Since 2000, Nrityagram’s repertoire has been choreographed by Artistic Director Surupa Sen

Śrī: In Search of the Goddess | 2001

Śrī embodies the divine female principle. In a single syllable, myriad facets of a woman are ensconced.

The performance explores female energy within the framework of Odissi. It is conceived as a search for the Goddess within, which carries us beyond mythological images and definitions, towards a consciousness that this world driven by the mind, rationality and power, needs in order to reach fulfilment.

Śrī: In Search of the Goddess was made possible by the Doris Duke Fund for Dance of the National Dance Project, a program administered by the New England Foundation for the Arts, with funding from the National Endowment for the Arts, the Doris Duke Charitable Foundation, the Andrew W. Mellon Foundation and Philip Morris Companies, Inc.

Ansh | 2005

The genesis of Ansh stems from a re-conception of a typical Odissi recital, which normally progresses from mangalacharan through pallavi and traditional abhinaya, to moksh. Ansh traces the arc of a sacred transfiguration, from stage to temple, and from woman to goddess.

Ansh was Nrityagram’s first appearance at the Joyce Theater, New York.

Sacred Space | 2005

In Indian thought, a network of power lines traverse and divide cosmic space, charging the universe with the energy of the Godhead. Temples were built and rituals devised, to capture and reflect this energy, generating power-fields within. If an energy grid can be created in temples, can Odissi dance - originally a temple ritual - be based on the same principles? Is it possible that the dance can be constructed to reflect and create energy in much the same way as other temple rituals? Can Odissi become a journey to a higher source? The exploration of these questions led to the creation of Sacred Space.

Sacred Space was Nrityagram’s debut appearance at Spoleto Festival, USA, Jacob’s Pillow Dance Festival, amongst others.

Sacred Space was made possible by the Doris Duke Fund for Dance of the National Dance Project, a program administered by the New England Foundation for the Arts with funding from the National Endowment for the Arts, the Doris Duke Charitable Foundation and the Ford Foundation.

Pratimā: Reflection | 2008

Images of the dance and the dancer. Never separate, one enhancing the other. The reflections unite, multiply, gently embellish themselves and grow languidly ...

Pratimā explores this dialogue inherent in any duality through the sensuous realms of Odissi.

Vibhakta from Pratimā was listed among the ‘ten best dance performances of 2008’ by The New Yorker and one of ‘20 Top Works of the Last 20 Years’ by Dance Magazine (March 2020).

Pratimā: Reflection was commissioned by the Joyce Theater’s Stephen and Cathy Weinroth Fund for New Work.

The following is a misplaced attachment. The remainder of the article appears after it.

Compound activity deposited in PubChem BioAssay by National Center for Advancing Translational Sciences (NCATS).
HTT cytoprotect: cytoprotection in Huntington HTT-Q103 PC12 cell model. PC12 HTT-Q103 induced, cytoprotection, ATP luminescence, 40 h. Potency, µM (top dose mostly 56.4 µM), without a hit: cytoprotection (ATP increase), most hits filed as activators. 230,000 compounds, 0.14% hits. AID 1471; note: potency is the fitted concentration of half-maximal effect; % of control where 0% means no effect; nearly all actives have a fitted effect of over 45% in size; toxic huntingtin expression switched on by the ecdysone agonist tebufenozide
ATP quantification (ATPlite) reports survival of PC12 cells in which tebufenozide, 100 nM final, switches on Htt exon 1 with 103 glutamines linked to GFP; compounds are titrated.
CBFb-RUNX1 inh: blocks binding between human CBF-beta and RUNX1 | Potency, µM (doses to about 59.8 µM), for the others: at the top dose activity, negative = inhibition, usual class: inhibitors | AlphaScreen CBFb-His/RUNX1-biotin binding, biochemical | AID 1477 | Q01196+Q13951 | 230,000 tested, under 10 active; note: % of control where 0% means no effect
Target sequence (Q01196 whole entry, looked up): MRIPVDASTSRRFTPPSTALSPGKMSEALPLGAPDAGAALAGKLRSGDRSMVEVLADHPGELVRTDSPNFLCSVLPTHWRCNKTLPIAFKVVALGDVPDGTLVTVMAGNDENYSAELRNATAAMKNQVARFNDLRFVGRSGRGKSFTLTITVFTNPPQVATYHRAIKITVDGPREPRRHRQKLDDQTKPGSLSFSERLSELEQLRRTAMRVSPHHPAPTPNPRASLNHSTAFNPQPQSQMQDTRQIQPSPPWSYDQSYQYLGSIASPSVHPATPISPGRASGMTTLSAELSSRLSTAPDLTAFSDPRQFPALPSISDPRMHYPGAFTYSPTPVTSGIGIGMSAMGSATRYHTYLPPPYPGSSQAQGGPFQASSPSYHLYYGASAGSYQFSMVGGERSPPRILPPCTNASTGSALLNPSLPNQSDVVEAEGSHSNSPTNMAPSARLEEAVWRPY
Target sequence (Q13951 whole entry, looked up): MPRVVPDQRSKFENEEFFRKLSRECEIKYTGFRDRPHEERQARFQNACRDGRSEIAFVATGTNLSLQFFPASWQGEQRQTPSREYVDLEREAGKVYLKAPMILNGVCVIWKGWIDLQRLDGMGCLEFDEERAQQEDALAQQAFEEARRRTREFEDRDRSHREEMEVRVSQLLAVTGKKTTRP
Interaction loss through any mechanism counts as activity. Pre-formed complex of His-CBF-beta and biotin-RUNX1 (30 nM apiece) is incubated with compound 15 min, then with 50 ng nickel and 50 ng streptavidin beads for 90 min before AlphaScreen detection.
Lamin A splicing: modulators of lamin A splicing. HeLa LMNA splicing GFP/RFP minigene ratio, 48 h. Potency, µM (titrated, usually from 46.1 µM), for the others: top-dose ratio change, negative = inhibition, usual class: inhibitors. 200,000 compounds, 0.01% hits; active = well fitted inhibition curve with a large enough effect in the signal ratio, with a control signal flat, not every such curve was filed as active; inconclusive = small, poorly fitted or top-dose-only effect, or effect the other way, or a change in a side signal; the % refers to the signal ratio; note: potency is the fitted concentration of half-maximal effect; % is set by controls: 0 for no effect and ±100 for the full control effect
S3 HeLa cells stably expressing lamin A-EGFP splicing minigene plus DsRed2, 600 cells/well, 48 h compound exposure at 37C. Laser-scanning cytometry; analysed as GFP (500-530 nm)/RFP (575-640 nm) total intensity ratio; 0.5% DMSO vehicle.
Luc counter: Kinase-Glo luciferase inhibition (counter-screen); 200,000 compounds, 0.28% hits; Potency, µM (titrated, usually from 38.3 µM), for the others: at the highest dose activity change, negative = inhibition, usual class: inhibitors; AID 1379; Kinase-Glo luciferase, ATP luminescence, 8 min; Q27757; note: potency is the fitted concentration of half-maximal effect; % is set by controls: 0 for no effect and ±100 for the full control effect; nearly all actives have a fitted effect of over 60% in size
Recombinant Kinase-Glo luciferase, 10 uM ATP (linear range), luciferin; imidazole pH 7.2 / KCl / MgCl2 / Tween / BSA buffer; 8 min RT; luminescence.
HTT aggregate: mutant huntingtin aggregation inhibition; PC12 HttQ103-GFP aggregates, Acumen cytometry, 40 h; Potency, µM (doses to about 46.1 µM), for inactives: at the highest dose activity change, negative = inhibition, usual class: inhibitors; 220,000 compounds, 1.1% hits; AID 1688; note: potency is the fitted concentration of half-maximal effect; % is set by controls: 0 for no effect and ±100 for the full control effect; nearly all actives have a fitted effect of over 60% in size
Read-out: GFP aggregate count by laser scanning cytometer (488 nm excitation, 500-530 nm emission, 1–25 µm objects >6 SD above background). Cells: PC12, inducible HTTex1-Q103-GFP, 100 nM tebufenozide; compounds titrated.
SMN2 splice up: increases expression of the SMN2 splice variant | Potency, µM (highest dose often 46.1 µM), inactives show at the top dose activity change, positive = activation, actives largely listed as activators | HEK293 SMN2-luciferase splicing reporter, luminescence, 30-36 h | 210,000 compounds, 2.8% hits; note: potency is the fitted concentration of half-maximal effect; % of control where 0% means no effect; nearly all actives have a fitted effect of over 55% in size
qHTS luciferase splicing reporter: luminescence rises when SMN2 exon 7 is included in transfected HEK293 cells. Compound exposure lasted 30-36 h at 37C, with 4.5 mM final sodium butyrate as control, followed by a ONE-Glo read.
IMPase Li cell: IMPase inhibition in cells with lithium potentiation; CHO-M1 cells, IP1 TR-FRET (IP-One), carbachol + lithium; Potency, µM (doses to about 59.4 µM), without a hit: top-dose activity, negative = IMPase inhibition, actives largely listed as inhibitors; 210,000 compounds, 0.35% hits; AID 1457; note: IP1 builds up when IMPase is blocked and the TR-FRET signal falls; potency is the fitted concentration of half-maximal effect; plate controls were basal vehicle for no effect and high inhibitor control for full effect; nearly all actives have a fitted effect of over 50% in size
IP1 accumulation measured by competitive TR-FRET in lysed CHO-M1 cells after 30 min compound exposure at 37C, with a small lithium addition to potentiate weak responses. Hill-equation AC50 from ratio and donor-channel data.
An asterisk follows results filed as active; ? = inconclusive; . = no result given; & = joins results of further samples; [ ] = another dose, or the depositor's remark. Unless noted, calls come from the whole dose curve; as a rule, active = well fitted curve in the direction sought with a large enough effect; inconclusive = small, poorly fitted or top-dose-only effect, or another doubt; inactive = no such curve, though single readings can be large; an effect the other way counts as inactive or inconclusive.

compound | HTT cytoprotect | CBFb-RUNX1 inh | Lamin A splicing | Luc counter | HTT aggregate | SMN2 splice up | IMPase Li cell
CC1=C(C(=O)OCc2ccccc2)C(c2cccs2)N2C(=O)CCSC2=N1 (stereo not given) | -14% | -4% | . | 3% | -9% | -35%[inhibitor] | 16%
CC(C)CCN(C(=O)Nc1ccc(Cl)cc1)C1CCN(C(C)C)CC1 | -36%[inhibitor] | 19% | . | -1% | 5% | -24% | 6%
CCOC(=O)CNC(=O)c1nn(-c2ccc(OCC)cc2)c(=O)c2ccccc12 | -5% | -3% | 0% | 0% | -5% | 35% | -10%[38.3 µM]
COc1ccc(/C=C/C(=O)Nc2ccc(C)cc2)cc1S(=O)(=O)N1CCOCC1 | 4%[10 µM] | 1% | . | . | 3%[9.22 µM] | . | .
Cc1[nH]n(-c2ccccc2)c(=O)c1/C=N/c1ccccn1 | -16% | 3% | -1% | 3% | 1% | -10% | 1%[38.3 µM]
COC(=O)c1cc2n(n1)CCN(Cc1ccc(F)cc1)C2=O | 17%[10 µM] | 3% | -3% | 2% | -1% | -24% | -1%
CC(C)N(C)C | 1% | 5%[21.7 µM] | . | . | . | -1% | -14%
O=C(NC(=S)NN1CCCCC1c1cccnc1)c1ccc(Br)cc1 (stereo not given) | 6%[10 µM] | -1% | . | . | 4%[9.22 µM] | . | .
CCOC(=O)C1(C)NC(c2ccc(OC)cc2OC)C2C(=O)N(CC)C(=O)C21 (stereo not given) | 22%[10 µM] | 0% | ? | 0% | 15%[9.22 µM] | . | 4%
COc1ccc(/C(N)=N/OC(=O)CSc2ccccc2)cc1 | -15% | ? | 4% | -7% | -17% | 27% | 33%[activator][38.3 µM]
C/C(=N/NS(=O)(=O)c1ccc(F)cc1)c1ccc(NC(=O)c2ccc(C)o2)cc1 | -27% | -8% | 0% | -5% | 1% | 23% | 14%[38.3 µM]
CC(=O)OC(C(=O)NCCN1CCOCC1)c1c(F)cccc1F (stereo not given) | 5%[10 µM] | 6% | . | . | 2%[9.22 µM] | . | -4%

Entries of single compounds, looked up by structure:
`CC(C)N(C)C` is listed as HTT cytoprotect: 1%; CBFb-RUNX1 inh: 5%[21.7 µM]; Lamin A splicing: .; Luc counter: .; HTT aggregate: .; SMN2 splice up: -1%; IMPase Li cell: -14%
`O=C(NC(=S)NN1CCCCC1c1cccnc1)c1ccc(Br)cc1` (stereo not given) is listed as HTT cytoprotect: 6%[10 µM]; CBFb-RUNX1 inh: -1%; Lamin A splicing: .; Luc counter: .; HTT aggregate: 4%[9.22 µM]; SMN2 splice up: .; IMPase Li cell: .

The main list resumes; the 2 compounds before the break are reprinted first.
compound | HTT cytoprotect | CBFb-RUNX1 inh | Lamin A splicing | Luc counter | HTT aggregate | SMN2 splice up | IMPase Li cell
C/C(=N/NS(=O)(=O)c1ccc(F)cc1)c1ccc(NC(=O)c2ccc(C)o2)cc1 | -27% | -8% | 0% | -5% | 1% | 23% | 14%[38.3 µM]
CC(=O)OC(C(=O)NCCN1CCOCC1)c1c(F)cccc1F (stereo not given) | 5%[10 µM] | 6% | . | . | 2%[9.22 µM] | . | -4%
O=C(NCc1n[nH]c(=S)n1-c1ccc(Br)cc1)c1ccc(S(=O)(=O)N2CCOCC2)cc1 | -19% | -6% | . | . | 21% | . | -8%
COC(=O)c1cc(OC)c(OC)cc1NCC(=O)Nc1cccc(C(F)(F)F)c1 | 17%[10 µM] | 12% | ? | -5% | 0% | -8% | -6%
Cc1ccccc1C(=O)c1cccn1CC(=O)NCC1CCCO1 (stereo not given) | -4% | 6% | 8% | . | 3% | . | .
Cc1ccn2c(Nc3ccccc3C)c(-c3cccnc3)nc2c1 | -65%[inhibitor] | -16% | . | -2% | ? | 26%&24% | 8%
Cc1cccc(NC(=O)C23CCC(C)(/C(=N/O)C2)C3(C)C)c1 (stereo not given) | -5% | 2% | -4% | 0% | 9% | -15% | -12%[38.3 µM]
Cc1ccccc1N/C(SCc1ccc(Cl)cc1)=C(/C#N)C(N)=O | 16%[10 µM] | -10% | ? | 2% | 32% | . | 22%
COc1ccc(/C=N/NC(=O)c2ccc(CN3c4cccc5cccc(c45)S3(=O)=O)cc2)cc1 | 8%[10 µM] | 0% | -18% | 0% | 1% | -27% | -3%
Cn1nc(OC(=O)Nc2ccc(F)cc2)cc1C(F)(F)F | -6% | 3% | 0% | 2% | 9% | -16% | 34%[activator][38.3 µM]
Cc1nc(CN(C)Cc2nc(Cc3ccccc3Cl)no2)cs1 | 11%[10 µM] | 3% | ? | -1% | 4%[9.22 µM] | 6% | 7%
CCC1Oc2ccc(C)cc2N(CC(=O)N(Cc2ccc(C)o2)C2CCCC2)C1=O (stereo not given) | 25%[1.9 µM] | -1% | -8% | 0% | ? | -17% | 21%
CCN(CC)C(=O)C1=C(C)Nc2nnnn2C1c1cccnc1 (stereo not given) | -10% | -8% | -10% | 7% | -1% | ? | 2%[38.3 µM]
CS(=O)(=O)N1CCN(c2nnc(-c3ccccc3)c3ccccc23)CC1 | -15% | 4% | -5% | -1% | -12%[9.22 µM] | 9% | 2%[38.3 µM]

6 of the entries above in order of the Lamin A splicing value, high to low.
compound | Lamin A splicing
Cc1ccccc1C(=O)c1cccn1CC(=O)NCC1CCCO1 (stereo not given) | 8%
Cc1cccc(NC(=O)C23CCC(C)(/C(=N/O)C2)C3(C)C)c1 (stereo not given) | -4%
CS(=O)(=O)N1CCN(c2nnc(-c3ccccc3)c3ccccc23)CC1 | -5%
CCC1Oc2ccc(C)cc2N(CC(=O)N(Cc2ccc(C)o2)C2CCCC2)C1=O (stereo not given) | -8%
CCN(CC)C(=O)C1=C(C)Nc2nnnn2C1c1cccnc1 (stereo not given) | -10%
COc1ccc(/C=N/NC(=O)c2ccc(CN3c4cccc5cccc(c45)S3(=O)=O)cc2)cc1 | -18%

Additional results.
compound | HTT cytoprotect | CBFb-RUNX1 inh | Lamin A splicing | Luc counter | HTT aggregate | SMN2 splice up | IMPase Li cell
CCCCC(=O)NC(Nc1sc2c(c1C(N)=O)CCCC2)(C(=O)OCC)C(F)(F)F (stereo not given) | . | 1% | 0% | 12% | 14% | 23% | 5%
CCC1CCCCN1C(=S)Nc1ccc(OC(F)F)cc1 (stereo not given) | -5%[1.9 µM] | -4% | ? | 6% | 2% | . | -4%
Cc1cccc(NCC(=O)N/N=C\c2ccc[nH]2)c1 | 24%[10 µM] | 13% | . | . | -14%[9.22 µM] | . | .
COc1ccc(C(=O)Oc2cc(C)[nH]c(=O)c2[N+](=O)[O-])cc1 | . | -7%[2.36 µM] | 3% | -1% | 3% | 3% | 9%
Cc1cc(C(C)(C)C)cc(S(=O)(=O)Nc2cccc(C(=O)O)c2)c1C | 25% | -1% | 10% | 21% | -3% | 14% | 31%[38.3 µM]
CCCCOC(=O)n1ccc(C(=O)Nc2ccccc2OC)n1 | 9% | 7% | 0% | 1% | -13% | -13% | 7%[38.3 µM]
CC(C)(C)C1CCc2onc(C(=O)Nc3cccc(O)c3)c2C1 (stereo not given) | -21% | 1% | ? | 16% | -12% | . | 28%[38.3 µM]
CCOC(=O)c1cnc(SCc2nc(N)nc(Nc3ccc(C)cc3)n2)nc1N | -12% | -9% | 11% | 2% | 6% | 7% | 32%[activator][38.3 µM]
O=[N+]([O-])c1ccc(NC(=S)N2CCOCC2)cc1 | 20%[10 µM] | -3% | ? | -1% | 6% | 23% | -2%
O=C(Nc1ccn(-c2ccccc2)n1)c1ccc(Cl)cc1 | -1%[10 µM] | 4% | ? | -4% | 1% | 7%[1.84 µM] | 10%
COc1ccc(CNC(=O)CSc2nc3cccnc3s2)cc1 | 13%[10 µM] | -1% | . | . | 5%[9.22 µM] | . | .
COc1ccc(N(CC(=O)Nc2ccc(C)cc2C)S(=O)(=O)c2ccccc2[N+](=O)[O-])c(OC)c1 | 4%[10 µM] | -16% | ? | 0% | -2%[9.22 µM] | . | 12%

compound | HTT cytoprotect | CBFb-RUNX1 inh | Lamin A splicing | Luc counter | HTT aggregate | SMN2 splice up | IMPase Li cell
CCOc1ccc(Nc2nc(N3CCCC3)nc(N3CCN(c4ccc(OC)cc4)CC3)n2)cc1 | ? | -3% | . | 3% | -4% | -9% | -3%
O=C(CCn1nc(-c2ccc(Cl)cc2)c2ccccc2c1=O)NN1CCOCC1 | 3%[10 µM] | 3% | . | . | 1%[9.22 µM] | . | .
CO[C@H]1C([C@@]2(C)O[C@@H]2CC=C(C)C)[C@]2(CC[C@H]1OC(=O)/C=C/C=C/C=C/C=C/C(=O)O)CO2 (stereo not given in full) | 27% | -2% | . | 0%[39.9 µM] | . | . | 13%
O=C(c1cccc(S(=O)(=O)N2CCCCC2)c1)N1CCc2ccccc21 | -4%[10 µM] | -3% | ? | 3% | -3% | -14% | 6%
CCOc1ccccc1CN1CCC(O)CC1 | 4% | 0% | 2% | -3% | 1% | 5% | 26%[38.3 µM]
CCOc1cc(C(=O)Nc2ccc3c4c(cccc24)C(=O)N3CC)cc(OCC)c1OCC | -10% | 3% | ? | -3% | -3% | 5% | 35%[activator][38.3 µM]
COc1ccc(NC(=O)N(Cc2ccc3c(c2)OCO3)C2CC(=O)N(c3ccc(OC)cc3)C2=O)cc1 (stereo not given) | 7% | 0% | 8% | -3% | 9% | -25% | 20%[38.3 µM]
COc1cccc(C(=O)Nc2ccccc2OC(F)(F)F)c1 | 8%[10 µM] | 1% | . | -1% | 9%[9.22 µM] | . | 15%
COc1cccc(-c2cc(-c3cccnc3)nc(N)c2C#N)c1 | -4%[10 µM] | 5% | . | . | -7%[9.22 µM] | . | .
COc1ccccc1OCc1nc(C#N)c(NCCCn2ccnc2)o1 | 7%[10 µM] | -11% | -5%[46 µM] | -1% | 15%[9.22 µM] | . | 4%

Śriyaḥ | 2010

Śriyaḥ is a selection of works from a creative journey that started with Śrī: in Search of the Goddess.

The show has been presented at the Edinburgh International Festival, White Light Festival of Lincoln Center for the Performing Arts, Sydney Opera House, Cairo Opera House, amongst others.

Śriyaḥ was listed in the “Best Dance of 2016” by The New York Times.

Saṃhāra | 2012

Nrityagram’s first international collaboration with the Chitrasena Dance Company from Sri Lanka, which explores the meeting point between the sensuousness of Nrityagram’s Odissi and the masculine dynamism of the Chitrasena Dance Company’s Kandyan dance.

Saṃhāra premiered in Bangalore in February 2012, toured the United States, Sri Lanka, the far-East and India to great critical acclaim. After a four year hiatus Saṃhāra returned to the stage in 2017, performing to sold out audiences in Bangalore, The Royal Festival Hall, London and Colombo, Sri Lanka in 2017, and a six-week tour of the US in Fall 2018, including performances at the Temple of Dendur, New York.

Saṃyoga | 2012

Saṃyoga is a celebration of the dialogue between two artists who have spent decades to find the perfect balance of art and craft, and of strength and grace. Saṃyoga, which means the conjunction of two or more heavenly bodies, is a search for the essence of Odissi where the two artists performing together compliment each other and free themselves of enforced boundaries. It is Surupa’s first evening-length duet show, performed by herself and Bijayini Satpathy.

Saṃyoga was performed at the Temple of Dendur, MET Museum, New York, and the performance earned rave reviews in different publications worldwide. It was also listed in the “Best Dance of 2015” by The New York Times.

Songs of Love and Longing | 2013

Songs of Love and Longing is a response to poet Jayadeva’s masterpiece Gita Govinda, an ode to love penned in the 12th century. The performance was conceived as the journey of a dancer, a slow submission to song and impassioned poetry, as she loses herself in sensual and spiritual realms.

Songs of Love and Longing had its North America premiere at the Baryshnikov Art Center, New York.

Yadunandana | 2017

Yadunandana is a meditation on the love for Krishna, a dominant theme in Odissi. The performance explores how different devotees braided their vision of their Lord, be it as a child, playful lover or a sensuous consort.

Drawing from different musical traditions, Yadunandana is a solo show, where the dancer unravels love in its infinite variety.

Āhuti | 2019

{Sanskrit: Invoking | Pali: Offering}

Building on the creative bond forged between Odissi and Kandyan dance through a long association with Chitrasena Dance Company, Āhuti is an evening length show that pushes the boundaries of this creative dialogue.